Medill helps students in its journalism and integrated marketing communications degree programs learn how to tell compelling stories, whether they are based on reporting or data. Martin’s investment will bolster Medill’s teaching in long-form narrative and storytelling and make the school a destination for writers seeking to hone their craft and launch their careers in fiction and writing for the screen and stage.

“The George R.R. Martin Chair in Storytelling and the Summer Intensive Writing Workshop will enable us to recruit, retain and host recognized authors and storytellers for the benefit of Northwestern students and writers from around the country,” said Charles Whitaker ’80, ’81 MS, dean of Medill. “These initiatives will help aspiring writers across myriad literary genres to make their mark on the world, as George has done.”

Through collaboration with faculty in the School of Communication and Weinberg College of Arts and Sciences, the Martin Chair also will convene panels and conferences on writing for students, the greater Northwestern community and the public and be a liaison to industries related to long-form narrative and storytelling.

About George R.R. MartinGeorge R.R. Martin is a novelist and short story writer who specializes in the fantasy, horror and science fiction genre and is best known for “A Song of Ice and Fire,” an international bestselling series of epic fantasy novels that HBO later adapted into the acclaimed dramatic series “Game of Thrones.” He serves as co-executive producer of the award-winning TV series, which has remained HBO’s biggest hit of all time since its conclusion in 2019. Martin also is the author of “Fire & Blood,” the basis for HBO’s “Game of Thrones” prequel “House of the Dragon,” which drew nearly 10 million viewers with its premiere episode. His books have sold millions of copies and been translated into 47 languages.

Martin received a B.S. in journalism from Medill in 1970 and an MS from the school in 1971. He was inducted into the Medill Hall of Achievement in 2015 and spoke at Medill’s 2021 convocation. That same year, Northwestern awarded Martin the honorary title of Doctor of Humane Letters.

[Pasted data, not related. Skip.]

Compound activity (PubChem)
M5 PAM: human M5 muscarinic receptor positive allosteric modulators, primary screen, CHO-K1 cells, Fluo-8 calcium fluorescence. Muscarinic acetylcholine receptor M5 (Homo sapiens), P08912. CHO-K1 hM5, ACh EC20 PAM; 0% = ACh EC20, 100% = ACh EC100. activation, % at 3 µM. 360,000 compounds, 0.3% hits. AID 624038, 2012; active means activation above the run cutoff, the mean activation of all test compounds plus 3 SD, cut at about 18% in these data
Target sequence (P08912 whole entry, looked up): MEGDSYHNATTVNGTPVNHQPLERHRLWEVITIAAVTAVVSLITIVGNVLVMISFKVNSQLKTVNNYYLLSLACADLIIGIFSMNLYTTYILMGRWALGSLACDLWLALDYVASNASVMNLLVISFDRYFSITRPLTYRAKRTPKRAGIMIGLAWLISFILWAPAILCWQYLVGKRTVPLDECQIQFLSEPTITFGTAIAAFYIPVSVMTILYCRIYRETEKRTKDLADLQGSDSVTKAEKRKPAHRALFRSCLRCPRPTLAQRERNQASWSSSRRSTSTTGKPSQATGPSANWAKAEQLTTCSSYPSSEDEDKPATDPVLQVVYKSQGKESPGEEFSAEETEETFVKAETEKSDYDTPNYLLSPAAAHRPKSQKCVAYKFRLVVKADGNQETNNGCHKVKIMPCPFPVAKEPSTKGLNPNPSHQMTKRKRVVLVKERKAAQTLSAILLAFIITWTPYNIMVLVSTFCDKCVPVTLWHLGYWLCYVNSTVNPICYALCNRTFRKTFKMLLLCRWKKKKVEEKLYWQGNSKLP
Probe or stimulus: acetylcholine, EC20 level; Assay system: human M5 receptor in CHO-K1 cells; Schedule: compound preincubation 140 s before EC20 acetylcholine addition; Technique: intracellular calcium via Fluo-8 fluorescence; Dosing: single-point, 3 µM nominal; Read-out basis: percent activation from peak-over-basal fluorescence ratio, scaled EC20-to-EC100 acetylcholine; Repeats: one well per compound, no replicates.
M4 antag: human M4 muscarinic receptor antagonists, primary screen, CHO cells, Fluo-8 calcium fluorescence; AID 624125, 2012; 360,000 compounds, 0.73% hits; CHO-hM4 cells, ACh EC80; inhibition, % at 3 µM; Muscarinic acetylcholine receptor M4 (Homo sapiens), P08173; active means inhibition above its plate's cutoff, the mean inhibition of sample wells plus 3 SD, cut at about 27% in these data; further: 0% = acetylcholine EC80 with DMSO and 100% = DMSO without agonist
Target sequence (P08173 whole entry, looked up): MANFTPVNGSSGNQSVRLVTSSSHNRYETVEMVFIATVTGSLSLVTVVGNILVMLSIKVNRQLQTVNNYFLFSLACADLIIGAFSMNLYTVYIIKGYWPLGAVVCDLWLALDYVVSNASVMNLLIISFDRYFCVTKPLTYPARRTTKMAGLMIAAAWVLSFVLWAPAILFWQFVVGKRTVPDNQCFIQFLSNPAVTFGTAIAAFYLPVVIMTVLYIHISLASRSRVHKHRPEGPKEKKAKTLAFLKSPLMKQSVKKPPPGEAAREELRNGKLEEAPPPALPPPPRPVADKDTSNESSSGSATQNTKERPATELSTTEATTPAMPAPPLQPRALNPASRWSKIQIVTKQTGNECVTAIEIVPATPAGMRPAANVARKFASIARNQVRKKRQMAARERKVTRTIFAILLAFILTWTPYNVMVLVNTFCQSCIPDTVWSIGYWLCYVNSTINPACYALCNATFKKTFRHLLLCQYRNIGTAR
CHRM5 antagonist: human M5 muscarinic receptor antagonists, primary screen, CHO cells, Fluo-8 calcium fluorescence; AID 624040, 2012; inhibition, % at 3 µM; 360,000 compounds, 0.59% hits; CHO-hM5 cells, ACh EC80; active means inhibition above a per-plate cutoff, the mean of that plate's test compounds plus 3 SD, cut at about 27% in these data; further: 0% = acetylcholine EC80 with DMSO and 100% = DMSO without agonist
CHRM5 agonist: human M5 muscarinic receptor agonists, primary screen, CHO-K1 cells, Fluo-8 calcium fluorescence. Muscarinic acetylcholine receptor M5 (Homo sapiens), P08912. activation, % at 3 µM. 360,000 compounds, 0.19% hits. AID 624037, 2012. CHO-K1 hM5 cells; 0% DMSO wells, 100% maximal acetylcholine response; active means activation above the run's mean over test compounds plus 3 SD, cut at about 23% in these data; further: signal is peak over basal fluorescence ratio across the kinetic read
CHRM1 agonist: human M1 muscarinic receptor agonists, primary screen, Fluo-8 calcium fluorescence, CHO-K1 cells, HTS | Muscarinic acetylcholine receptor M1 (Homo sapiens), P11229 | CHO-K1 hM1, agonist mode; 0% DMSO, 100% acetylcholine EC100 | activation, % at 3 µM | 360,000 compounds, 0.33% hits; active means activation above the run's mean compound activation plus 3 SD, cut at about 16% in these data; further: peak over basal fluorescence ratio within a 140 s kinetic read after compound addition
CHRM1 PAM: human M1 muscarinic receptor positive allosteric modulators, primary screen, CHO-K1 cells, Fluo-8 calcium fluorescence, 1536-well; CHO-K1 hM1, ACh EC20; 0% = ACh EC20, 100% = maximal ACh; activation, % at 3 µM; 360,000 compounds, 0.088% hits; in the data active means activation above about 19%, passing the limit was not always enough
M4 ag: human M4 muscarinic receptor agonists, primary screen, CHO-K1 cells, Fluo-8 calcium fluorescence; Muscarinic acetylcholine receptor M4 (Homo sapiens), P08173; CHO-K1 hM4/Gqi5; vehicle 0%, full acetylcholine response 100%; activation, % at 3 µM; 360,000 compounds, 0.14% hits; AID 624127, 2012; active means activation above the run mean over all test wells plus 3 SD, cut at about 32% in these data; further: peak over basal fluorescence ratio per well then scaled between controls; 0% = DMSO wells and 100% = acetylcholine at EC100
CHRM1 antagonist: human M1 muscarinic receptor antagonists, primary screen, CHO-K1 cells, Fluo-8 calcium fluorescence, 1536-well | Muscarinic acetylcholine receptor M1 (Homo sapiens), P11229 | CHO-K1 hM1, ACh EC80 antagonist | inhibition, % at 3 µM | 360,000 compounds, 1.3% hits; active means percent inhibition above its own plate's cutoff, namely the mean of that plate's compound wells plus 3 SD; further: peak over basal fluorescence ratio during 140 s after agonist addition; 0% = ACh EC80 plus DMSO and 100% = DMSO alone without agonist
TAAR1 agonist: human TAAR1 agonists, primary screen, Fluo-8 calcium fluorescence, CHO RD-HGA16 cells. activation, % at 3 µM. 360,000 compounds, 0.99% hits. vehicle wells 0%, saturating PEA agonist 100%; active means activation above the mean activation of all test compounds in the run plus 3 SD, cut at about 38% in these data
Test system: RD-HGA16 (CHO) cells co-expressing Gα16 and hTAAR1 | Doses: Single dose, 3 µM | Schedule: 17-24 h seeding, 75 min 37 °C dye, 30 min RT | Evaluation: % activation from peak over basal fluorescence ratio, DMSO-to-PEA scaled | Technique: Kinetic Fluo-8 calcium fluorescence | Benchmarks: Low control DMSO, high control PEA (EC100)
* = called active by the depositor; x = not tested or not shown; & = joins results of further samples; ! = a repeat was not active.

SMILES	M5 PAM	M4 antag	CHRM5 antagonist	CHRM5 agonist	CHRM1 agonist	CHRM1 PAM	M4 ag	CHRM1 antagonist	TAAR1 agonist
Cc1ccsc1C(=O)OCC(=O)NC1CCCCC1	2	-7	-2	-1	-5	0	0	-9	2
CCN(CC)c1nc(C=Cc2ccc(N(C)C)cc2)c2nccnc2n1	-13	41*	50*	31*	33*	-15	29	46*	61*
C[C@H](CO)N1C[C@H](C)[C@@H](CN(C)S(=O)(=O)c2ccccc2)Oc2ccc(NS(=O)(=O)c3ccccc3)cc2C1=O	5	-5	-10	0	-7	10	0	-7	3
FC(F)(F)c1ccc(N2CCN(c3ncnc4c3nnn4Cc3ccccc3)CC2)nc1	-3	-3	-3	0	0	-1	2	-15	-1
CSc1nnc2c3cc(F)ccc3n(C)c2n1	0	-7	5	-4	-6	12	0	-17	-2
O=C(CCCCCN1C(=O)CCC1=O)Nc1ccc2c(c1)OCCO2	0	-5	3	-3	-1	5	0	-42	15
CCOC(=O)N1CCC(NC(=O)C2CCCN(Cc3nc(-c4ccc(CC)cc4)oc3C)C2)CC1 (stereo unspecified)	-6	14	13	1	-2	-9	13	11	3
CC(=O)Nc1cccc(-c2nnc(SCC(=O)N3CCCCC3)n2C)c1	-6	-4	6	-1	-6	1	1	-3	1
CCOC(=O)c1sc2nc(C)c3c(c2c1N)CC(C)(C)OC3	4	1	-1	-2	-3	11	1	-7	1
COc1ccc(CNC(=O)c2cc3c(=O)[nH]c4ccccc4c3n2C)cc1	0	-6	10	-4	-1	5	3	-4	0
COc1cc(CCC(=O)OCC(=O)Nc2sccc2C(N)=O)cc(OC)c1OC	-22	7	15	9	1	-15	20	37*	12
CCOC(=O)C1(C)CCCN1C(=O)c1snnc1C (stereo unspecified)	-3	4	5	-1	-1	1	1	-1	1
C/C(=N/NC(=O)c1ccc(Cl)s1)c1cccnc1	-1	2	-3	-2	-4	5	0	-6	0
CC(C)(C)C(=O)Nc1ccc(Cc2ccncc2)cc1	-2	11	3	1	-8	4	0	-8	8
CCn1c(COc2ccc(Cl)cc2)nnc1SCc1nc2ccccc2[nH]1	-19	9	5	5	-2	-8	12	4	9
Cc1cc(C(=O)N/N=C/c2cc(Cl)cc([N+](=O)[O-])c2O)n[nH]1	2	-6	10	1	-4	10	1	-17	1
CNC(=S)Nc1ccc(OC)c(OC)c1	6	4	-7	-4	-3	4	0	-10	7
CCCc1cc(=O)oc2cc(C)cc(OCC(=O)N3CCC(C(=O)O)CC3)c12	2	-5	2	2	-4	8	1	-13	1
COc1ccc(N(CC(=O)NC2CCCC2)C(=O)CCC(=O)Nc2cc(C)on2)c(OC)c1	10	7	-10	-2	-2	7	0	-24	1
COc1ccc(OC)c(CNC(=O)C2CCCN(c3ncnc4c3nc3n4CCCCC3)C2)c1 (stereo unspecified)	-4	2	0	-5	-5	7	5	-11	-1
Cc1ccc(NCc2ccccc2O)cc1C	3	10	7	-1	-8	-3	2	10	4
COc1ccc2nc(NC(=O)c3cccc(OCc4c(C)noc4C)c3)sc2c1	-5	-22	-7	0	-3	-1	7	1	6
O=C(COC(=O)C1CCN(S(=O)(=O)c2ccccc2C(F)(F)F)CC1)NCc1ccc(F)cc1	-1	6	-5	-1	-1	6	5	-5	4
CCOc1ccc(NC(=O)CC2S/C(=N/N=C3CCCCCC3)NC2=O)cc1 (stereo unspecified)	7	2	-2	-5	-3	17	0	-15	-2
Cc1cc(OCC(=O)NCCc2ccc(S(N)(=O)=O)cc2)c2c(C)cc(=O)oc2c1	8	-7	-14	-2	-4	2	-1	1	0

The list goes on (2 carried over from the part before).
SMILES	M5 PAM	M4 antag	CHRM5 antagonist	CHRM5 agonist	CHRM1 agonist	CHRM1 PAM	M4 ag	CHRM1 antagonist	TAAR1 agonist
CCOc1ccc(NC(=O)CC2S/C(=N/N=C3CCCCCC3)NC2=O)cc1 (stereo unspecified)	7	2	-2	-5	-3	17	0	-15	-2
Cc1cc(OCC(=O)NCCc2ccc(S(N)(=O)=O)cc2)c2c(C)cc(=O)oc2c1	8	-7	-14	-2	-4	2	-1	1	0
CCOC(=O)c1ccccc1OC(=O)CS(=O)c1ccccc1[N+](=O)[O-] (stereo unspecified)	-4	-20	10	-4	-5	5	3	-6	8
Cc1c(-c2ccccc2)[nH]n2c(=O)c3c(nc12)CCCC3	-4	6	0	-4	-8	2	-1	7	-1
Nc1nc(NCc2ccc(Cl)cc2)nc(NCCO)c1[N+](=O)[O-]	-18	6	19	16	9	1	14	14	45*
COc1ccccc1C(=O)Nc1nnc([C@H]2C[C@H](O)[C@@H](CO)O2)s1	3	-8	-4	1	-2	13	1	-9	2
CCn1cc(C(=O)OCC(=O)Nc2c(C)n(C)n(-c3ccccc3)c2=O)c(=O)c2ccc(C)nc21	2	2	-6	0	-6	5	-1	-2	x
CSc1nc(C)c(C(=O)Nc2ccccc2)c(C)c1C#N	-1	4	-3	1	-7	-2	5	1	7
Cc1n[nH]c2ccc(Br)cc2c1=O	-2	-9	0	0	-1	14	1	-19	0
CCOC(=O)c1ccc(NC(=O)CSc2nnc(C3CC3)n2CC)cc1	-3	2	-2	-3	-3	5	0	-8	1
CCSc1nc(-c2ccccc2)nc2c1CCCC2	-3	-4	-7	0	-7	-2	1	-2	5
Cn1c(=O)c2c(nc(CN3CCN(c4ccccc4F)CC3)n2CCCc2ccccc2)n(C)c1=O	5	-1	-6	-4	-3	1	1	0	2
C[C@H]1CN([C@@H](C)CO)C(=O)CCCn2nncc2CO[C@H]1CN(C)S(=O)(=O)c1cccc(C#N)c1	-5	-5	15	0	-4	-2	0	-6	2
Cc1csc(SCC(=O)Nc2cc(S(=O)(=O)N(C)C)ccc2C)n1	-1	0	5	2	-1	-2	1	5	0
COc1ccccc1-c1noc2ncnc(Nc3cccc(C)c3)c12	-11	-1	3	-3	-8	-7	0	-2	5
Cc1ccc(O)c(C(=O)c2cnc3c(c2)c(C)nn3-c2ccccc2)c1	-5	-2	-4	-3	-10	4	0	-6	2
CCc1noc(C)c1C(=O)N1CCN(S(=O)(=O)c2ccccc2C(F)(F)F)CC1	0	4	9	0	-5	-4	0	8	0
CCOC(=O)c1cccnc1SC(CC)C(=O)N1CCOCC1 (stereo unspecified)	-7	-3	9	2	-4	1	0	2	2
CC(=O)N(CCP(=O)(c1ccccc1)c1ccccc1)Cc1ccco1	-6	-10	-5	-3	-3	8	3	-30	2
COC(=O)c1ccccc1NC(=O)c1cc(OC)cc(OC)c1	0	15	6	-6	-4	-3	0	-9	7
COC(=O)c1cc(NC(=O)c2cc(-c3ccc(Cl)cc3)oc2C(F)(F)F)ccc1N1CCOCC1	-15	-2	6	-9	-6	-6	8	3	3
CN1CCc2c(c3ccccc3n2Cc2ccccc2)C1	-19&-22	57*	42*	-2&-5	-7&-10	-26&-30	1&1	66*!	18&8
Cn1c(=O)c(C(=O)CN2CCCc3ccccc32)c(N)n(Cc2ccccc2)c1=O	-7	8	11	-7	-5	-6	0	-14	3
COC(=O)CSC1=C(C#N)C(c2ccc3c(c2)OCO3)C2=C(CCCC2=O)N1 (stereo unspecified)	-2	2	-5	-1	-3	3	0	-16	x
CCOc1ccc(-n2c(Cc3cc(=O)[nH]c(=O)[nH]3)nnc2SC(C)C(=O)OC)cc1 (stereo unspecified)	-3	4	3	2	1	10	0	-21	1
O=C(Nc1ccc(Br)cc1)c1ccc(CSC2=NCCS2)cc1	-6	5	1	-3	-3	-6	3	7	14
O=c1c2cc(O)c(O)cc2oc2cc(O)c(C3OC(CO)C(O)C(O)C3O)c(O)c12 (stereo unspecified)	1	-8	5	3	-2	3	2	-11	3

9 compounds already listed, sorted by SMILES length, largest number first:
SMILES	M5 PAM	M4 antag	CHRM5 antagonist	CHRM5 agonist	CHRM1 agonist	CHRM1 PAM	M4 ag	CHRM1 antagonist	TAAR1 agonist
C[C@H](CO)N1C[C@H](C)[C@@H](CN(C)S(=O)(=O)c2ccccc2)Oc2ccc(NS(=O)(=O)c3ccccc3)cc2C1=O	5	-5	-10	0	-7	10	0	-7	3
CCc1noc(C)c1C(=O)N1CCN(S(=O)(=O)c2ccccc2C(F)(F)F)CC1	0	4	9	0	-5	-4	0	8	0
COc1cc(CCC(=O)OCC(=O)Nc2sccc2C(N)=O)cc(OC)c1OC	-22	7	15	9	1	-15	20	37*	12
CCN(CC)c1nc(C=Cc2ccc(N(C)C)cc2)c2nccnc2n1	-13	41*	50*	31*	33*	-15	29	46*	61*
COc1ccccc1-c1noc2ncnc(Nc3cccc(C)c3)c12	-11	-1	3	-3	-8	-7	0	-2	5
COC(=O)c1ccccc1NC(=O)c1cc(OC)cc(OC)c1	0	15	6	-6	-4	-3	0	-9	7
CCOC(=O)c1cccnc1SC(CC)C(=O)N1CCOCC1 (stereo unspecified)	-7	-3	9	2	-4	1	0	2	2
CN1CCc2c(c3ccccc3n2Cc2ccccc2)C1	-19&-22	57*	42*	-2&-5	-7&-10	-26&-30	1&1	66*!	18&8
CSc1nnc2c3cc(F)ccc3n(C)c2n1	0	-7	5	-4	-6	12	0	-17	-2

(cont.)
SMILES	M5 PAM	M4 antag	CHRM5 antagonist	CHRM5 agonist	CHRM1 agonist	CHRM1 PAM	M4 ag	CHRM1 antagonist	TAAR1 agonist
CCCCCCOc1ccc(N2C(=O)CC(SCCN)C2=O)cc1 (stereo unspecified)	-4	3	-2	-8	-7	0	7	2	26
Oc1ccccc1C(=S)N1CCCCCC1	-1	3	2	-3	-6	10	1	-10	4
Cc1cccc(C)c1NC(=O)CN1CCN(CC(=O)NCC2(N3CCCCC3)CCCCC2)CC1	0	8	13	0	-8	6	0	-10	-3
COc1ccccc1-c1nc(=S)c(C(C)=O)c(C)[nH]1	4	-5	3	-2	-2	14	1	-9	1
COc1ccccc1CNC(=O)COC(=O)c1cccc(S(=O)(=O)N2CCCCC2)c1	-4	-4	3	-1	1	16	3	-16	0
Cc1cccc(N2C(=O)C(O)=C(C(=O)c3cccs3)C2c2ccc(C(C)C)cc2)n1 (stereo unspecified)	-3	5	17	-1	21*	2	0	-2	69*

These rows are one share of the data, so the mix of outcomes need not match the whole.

Martin began writing at a young age, selling monster stories — accompanied by dramatic readings — to neighborhood children for pennies. In high school, he became a comic book collector and began to write fiction for comic fanzines (amateur fan magazines). Martin sold his first comic, “The Hero,” to Galaxy in 1970 at age 21; it was published in February 1971.

The New Jersey native taught journalism at Clarke College in Dubuque, Iowa, from 1976 to 1978 before becoming a writer-in-residence there from 1978 to 1979. His first experience in Hollywood was as a story editor for “The Twilight Zone” at CBS Television. He later became executive story consultant and then a producer for “Beauty and the Beast,” also on CBS. He also was executive producer for “Doorways,” a pilot he wrote for Columbia Pictures Television.

Martin has won several Hugo Awards for his short stories, novels, novellas and novelettes. He also has received four Emmy Awards for his work as co-executive producer of “Game of Thrones.” Martin was named one of “the most influential people in the world” by Time magazine as part of its 2011 Time 100 list.

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My Medill Story

Michael Raphael (BSJ93): How I Turned A Passion for Listening Into a Veterinary Staffing Startup

Investigative journalism takes you to lots of unexpected places—everyone who enters the field is prepared to meet adventure. What I did not imagine is that my particular journey would lead to the boardroom of a startup, focusing on improving the lives of veterinary healthcare professionals.

After graduating from Medill in 1993, I returned to my hometown and worked for The Philadelphia Inquirer, The Associated Press and The Star-Ledger. I had many different beats, but my favorite work always involved listening to people who were unheard and giving voice to their stories. One of my proudest moments came when I was nominated for a Pulitzer Prize for a series exposing racial profiling on the New Jersey Turnpike. 

It was while working at The Star-Ledger that an old friend and I began talking about starting a company. It was the height of the dotcom era, and the startup didn’t last. But the experience proved to be an important one because it showed me that I enjoyed the process of building a company from the ground up. 

I knew enough to know I needed more training, though, so I went back to school to get my MBA at Temple University’s Fox School of Business. While I pursued the degree at night, I interned at a private equity firm called CMS Companies. I worked my way up to managing partner while investing in small companies in a variety of industries. One of those businesses was a group of veterinary hospitals. It was the idea of working in an industry that helped animals that ultimately led me to leave CMS and co-found a company to buy veterinary hospitals and help them operate better.